For more information and news about Evidence Based Birth®, visit www.ebbirth.com. Find us on Facebook, Instagram, and Pinterest. Ready to get involved? Check out our Professional membership (including scholarship options) and our Instructor program. Find an EBB Instructor here, and click here to learn more about the Evidence Based Birth® Childbirth Class.

RESOURCES:

Bailey, J. M., C. Bell, R. Zielenski (2019). “Timing and outcomes of an indication-only use of intravenous cannulation during spontaneous labor.” J Midwifery Womens Health 00:1-7. 

Bateman, B. T., M. F. Berman, et al. (2010). “The epidemiology of postpartum hemorrhage in a large, nationwide sample of deliveries.” Anesthesia and analgesia 110(5): 1368-1373.

Maki, D. G., D. M. Kluger, et al. (2006). “The risk of bloodstream infection in adults with different intravascular devices: a systematic review of 200 published prospective studies.” Mayo Clin Proc 81(9): 1159-1171.

Newton, N., M. Newton, et al. (1988). “Psychologic, physical, nutritional, and technologic aspects of intravenous infusion during labor.” Birth 15(2): 67-72.

Rickard, C. M., D. McCann, et al. (2010). “Routine resite of peripheral intravenous devices every 3 days did not reduce complications compared with clinically indicated resite: a randomised controlled trial.” BMC Med 8: 53.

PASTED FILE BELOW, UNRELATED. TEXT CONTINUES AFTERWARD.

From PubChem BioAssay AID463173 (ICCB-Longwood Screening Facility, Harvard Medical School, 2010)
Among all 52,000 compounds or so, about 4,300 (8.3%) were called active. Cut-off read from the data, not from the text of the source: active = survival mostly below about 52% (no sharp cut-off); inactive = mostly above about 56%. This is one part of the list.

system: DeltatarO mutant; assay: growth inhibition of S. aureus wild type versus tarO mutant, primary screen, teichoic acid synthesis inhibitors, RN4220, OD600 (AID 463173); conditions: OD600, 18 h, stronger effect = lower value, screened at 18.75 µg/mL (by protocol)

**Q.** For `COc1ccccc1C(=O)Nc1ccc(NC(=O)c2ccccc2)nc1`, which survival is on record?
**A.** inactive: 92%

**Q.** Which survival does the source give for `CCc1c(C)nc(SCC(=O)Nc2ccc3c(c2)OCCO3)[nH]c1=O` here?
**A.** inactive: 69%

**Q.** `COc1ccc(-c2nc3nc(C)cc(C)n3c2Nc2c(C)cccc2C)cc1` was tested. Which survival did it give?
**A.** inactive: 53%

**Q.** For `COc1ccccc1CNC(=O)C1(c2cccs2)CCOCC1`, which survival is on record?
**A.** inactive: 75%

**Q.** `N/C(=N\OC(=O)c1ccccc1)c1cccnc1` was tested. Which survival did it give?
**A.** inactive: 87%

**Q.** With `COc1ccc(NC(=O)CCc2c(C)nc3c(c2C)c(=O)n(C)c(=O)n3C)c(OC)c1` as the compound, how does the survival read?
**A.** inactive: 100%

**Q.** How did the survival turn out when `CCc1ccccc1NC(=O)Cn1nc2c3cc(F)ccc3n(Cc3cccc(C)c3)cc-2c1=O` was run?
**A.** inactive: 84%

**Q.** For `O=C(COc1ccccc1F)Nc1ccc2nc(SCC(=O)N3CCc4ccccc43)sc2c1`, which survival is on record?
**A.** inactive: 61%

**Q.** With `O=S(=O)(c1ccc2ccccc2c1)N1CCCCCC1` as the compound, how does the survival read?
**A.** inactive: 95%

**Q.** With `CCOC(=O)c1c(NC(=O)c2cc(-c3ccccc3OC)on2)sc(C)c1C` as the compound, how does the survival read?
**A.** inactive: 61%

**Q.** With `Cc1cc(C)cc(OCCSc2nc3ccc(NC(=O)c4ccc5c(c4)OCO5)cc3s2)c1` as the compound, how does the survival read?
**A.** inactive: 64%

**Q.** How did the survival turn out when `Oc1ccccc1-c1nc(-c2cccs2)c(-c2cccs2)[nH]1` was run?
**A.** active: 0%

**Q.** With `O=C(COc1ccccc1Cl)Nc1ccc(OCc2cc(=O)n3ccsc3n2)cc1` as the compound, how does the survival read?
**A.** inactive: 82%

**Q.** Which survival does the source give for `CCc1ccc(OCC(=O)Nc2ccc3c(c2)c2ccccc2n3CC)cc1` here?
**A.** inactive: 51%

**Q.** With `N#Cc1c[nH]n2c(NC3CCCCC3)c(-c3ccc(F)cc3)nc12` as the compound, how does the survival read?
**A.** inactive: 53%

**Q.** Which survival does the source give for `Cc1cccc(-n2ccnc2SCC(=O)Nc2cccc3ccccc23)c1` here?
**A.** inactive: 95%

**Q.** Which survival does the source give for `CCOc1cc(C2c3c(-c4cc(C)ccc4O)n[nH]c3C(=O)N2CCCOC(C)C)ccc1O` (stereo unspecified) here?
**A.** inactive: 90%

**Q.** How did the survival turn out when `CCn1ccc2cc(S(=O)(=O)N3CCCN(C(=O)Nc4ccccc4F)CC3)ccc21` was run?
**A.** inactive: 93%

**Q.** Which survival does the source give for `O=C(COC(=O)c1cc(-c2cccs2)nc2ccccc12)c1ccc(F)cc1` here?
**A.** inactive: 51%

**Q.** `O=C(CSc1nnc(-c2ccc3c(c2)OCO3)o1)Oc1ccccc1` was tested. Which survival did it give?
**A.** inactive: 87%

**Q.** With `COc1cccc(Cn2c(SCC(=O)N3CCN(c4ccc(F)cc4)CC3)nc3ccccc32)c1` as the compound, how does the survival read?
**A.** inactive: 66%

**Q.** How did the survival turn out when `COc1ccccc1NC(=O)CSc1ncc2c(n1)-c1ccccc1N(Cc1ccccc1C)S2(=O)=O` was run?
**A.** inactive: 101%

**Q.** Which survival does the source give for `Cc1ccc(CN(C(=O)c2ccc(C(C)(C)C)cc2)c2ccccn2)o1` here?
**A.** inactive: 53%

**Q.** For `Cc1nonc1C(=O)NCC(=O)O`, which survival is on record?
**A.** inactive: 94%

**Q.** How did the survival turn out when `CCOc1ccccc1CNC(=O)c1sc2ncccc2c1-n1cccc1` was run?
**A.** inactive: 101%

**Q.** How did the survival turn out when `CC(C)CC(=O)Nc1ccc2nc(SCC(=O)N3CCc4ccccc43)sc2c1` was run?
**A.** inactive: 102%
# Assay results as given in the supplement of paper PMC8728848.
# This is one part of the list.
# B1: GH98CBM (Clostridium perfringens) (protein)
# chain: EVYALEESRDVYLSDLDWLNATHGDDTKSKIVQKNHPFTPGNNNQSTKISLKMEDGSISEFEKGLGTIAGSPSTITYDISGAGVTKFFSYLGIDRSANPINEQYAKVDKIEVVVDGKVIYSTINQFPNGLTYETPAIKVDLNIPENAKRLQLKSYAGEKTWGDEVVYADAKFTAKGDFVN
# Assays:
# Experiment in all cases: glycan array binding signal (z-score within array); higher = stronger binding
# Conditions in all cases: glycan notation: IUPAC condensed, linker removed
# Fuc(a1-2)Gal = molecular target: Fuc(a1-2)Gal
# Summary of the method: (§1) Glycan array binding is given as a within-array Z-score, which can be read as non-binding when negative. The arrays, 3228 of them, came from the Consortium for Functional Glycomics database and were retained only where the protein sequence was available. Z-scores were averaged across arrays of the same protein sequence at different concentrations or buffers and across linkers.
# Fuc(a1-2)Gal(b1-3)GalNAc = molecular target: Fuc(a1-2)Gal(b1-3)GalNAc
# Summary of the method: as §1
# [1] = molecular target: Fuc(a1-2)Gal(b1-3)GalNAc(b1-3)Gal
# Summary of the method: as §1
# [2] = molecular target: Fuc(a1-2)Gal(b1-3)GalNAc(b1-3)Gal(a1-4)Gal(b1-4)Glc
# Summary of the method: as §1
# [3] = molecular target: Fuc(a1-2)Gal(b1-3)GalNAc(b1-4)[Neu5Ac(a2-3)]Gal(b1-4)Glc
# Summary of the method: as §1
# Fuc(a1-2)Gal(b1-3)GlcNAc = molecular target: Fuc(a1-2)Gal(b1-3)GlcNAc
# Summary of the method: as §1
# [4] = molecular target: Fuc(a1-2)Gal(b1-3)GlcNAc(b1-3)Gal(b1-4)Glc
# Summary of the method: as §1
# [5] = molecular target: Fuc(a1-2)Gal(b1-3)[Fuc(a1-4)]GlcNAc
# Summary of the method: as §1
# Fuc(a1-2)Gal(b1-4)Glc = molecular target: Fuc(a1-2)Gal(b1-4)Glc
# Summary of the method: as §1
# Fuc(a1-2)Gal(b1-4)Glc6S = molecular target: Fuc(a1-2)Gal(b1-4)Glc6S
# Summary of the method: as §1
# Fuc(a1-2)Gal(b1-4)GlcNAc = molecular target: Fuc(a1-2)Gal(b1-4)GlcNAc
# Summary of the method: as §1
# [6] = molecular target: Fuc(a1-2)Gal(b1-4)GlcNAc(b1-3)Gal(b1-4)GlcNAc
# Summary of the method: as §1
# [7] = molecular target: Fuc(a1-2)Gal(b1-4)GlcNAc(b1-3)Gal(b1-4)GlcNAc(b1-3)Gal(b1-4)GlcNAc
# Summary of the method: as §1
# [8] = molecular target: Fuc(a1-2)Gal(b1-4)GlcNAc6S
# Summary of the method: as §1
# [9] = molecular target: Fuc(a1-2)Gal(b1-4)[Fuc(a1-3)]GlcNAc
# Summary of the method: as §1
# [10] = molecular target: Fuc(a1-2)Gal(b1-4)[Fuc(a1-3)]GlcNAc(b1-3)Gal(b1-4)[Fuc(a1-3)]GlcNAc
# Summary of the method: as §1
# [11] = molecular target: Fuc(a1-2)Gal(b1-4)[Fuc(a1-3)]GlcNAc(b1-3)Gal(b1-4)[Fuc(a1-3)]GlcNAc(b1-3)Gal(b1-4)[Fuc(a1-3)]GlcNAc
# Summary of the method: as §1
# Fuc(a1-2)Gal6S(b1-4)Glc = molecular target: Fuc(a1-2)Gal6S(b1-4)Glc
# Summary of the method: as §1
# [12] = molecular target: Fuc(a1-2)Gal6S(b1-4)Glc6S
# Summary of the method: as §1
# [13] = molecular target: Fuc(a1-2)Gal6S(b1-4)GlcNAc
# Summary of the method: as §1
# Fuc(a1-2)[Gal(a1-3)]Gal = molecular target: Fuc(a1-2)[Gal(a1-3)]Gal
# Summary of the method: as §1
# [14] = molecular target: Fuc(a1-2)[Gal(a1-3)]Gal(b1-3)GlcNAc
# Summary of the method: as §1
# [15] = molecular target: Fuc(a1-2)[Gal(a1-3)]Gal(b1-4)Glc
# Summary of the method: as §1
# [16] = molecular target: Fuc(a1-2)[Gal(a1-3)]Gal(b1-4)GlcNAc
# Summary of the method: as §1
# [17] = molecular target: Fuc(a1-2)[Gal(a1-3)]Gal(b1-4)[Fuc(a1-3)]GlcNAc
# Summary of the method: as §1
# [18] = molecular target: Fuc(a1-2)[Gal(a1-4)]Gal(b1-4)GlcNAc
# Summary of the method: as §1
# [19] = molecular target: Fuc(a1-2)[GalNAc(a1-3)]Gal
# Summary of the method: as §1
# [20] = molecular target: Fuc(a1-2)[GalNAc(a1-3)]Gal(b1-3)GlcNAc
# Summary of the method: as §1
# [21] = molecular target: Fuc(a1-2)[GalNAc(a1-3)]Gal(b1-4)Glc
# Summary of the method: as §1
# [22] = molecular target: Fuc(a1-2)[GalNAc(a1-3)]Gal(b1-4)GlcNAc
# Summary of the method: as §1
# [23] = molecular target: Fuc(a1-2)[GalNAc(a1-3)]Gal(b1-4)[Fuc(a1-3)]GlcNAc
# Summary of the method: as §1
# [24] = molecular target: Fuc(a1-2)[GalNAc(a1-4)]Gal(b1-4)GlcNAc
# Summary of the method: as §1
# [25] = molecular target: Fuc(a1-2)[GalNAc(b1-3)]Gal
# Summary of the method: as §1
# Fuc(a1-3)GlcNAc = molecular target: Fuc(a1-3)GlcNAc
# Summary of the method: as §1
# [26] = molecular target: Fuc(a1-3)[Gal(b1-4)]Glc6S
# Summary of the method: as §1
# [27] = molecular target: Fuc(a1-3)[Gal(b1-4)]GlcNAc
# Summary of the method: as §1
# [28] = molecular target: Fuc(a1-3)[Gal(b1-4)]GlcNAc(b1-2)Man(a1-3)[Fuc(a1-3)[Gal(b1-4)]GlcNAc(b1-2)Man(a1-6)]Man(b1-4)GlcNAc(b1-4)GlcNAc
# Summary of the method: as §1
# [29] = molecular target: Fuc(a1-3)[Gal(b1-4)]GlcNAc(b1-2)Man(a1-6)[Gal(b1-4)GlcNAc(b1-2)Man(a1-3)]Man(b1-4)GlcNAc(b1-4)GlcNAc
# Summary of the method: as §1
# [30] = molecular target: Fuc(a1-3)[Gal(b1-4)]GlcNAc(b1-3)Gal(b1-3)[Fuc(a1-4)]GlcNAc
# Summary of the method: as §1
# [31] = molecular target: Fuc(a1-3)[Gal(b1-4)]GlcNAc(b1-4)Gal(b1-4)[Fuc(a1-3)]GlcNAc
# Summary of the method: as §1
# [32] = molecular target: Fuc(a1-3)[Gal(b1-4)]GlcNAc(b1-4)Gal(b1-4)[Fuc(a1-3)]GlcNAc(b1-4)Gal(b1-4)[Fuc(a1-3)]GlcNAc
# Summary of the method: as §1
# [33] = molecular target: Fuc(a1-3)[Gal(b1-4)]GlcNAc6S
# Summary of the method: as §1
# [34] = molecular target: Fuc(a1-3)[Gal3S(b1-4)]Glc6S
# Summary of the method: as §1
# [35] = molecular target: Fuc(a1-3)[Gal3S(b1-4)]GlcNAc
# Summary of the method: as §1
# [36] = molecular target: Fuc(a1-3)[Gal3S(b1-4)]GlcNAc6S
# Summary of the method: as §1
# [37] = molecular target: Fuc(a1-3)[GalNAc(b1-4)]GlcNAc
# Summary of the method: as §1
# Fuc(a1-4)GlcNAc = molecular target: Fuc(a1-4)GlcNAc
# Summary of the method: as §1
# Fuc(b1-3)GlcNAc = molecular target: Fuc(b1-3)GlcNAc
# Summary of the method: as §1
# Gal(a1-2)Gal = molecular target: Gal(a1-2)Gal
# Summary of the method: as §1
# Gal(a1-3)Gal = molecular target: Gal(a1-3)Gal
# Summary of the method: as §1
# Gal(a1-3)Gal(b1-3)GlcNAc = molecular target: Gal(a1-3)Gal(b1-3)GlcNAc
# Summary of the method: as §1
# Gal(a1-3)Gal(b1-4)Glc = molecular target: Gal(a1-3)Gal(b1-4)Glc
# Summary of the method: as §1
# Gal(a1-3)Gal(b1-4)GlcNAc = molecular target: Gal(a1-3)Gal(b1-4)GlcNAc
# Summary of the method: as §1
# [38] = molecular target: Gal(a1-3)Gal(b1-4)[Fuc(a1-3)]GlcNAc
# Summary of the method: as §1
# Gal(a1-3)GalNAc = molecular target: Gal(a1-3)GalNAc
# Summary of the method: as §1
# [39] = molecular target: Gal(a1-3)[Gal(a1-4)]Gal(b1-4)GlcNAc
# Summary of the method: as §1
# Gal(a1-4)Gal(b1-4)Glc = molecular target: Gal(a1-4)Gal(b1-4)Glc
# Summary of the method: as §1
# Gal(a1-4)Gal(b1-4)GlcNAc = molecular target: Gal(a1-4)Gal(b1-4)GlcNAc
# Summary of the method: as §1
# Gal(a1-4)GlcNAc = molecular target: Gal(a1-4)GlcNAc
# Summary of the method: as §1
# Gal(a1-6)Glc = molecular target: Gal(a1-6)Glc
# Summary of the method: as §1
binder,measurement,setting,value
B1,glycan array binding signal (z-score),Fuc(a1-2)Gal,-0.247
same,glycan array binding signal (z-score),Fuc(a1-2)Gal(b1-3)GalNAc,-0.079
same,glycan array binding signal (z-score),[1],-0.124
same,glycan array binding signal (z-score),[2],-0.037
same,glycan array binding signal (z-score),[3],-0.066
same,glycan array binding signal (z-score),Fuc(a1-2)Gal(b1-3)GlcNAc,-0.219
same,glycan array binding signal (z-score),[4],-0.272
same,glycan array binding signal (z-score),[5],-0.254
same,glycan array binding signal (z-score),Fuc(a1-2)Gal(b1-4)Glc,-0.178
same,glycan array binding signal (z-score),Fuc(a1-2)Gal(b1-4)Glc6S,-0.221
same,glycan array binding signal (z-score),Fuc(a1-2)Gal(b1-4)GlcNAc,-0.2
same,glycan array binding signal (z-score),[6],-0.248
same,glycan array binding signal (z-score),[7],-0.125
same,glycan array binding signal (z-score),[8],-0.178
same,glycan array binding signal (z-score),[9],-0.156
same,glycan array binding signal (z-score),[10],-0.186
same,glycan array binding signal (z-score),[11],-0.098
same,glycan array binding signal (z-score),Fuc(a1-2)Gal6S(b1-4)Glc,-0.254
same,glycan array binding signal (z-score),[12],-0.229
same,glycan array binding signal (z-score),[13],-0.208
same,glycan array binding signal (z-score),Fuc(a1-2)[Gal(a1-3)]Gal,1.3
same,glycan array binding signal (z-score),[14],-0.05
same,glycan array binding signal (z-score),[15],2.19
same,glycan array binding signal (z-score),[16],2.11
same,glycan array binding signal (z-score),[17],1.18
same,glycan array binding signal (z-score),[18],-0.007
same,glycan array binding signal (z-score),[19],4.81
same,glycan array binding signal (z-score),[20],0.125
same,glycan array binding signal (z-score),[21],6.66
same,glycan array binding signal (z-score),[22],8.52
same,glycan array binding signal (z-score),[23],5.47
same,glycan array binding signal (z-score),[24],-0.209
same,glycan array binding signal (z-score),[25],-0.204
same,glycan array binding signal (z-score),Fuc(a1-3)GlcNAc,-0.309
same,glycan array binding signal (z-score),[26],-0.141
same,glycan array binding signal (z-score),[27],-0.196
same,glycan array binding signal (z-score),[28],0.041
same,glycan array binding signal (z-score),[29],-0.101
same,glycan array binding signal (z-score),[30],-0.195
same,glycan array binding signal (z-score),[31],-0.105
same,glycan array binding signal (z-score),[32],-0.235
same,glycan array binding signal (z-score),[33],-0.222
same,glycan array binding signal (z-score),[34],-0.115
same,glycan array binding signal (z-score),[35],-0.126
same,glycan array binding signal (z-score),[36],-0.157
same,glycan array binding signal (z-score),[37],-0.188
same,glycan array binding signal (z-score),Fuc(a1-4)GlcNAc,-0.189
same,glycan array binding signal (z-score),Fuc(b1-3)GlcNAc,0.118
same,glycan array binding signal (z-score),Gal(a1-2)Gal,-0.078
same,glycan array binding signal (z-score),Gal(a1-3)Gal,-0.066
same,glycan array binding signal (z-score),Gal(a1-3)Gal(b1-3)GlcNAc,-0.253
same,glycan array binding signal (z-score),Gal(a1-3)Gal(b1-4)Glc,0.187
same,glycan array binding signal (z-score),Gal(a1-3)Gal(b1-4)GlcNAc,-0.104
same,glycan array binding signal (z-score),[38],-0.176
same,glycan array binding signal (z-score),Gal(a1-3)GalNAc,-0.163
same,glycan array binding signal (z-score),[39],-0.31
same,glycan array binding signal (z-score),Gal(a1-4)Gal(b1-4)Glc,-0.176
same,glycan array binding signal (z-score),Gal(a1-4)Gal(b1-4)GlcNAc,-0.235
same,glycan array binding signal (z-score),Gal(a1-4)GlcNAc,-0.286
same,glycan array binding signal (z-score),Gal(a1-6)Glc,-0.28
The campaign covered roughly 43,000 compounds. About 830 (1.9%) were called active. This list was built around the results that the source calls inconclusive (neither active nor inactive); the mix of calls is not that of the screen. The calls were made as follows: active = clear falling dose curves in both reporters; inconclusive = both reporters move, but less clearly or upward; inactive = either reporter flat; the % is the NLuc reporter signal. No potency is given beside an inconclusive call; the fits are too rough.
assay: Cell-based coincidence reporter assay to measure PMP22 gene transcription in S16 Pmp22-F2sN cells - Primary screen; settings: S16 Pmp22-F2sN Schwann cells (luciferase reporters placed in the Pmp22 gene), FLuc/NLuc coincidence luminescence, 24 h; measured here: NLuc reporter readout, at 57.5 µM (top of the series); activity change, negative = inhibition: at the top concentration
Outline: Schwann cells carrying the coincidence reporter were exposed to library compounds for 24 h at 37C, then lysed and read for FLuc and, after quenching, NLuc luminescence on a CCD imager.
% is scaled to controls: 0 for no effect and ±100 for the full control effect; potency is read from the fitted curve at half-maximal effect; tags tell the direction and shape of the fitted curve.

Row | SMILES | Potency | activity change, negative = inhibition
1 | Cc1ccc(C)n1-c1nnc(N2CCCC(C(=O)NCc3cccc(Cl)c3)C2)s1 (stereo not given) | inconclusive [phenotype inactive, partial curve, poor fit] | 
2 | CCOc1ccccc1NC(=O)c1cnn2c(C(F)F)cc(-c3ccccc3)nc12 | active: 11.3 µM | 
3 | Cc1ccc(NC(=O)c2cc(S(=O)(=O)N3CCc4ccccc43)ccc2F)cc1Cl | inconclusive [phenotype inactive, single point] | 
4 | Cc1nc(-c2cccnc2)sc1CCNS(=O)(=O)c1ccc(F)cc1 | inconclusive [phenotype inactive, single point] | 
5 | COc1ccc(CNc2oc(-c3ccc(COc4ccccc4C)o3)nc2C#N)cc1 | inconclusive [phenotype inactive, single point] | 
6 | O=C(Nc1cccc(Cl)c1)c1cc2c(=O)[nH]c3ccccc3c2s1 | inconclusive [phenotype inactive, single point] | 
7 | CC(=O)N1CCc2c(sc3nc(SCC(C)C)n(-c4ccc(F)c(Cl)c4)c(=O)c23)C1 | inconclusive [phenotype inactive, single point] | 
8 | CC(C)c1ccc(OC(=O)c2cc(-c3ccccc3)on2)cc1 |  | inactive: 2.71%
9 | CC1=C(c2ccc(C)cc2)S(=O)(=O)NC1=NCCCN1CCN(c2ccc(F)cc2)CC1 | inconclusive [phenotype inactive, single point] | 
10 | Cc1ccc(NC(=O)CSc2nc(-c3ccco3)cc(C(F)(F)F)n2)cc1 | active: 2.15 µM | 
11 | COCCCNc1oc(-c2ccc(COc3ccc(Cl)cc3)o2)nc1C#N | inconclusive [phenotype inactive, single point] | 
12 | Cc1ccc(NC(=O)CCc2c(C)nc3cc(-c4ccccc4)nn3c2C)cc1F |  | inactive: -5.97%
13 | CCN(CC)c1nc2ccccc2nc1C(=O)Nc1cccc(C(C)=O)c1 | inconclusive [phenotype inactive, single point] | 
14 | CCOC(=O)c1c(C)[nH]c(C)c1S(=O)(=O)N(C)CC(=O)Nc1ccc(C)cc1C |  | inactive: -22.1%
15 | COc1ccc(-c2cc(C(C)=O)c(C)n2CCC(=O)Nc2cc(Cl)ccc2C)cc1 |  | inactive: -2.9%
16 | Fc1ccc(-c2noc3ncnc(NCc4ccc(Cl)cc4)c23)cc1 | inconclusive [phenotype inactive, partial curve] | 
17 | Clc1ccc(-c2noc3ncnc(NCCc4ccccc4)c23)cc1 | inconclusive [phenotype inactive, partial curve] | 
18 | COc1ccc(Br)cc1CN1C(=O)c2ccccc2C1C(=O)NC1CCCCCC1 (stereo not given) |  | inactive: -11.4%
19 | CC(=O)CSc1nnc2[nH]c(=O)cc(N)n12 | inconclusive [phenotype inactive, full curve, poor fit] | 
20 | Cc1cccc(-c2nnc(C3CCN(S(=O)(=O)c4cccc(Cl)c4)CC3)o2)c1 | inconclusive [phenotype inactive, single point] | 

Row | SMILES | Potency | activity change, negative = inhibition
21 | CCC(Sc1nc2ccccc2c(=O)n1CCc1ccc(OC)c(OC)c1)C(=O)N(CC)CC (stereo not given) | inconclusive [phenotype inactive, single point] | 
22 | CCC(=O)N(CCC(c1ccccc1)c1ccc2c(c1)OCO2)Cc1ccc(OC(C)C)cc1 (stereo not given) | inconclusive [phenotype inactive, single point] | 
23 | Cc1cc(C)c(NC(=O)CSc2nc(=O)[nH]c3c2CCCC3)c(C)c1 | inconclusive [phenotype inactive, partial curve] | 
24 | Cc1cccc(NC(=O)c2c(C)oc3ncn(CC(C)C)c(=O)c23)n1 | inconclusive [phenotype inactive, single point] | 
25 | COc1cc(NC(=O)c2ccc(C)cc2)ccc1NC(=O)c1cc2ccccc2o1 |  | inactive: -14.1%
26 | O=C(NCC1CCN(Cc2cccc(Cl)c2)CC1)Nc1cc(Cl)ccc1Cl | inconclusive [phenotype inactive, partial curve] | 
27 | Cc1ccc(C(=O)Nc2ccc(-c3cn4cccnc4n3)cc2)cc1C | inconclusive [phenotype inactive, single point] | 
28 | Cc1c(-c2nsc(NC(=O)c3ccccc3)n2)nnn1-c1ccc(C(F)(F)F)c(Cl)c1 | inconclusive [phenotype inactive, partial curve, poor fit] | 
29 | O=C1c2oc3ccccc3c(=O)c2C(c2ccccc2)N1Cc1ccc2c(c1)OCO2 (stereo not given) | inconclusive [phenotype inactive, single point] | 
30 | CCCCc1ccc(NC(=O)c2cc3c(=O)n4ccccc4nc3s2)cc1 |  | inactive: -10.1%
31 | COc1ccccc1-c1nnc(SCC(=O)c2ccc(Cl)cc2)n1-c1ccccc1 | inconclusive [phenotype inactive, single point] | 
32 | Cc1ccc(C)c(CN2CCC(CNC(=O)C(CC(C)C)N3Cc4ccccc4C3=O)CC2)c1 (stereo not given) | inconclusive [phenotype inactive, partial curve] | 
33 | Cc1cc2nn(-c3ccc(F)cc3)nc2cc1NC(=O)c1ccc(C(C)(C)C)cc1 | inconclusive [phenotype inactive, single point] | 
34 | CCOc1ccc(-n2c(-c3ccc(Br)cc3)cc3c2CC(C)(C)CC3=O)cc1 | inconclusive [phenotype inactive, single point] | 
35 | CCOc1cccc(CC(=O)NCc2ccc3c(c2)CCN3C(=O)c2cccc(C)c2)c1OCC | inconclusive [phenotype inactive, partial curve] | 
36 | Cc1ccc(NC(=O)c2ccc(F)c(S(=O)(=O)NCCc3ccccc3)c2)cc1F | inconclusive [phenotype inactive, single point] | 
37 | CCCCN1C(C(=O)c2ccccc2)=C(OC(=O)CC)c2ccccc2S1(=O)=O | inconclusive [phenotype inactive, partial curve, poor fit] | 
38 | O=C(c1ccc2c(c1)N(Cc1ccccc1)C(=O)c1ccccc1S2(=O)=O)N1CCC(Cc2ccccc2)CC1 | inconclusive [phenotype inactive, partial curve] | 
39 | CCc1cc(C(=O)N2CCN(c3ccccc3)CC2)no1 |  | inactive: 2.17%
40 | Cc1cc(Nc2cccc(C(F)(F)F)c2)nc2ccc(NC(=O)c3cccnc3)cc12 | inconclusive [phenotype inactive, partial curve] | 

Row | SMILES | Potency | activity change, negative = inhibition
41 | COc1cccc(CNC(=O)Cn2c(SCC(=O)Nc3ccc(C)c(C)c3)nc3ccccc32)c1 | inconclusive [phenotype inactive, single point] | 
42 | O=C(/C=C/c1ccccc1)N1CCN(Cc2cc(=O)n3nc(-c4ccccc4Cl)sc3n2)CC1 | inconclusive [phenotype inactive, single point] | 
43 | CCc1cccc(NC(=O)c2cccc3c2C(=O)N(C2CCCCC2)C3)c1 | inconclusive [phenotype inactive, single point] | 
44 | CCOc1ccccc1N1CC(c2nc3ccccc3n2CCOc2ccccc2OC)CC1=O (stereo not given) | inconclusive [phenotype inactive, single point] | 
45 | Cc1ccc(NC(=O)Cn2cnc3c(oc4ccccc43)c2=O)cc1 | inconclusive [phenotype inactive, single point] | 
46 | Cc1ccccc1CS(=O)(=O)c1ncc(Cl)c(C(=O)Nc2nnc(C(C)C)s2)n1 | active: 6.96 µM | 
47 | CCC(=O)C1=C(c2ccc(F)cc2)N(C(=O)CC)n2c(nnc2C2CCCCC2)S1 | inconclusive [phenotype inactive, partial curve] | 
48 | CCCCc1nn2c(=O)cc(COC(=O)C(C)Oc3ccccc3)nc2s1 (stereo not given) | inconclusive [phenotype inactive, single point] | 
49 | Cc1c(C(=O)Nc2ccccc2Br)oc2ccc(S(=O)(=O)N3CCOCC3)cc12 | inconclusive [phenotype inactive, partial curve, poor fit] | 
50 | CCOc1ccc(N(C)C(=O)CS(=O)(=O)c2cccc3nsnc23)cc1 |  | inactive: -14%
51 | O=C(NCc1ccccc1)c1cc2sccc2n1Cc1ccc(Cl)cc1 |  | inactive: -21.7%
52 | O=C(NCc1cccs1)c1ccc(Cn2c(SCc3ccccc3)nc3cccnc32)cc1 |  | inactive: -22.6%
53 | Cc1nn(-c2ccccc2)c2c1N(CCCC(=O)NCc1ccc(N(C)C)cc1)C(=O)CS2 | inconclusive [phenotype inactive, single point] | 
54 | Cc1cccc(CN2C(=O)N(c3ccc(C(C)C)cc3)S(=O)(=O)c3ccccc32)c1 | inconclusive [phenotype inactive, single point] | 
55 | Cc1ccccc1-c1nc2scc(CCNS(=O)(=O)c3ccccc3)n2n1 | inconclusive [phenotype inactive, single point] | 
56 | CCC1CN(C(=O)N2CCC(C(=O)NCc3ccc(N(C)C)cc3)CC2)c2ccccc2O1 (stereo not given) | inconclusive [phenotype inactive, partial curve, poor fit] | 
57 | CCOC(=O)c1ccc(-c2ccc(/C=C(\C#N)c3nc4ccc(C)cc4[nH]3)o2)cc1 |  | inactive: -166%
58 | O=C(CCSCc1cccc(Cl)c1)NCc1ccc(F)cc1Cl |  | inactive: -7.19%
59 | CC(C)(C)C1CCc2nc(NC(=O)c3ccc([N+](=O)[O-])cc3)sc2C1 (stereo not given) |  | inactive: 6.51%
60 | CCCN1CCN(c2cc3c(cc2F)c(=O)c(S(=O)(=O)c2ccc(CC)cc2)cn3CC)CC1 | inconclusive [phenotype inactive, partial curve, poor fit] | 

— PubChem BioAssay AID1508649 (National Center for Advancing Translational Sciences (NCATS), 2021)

Want evidence on more topics? Access all of the Evidence Based Birth Signature Articles at our blog.

Direct download: EBB_104_-Evidence_on_Saline_Locks.mp3
Category:general -- posted at: 4:00am EST

In this episode, I am joined by reproductive justice advocate Danielle Jackson. Danielle is a wife, mother, doula, and co-host of the podcast Birth Stories in Color. She works to empower women to birth without fear, and has focused her career on helping families recognize their strengths and build healthy support systems. She became a doula in 2016.

Issues in her community of Columbus, Ohio drew Danielle to the organization Restoring Our Own Through Transformation, as a change agent in the ongoing fight for birthing justice in the area. Birth Stories in Color grew from a shared experience with her co-host, Laurel Gourrier, at a training for doulas of color. They quickly realized that in that environment, women of color felt liberated to speak their truths and share their experiences with birth. They now provide that space via their podcast.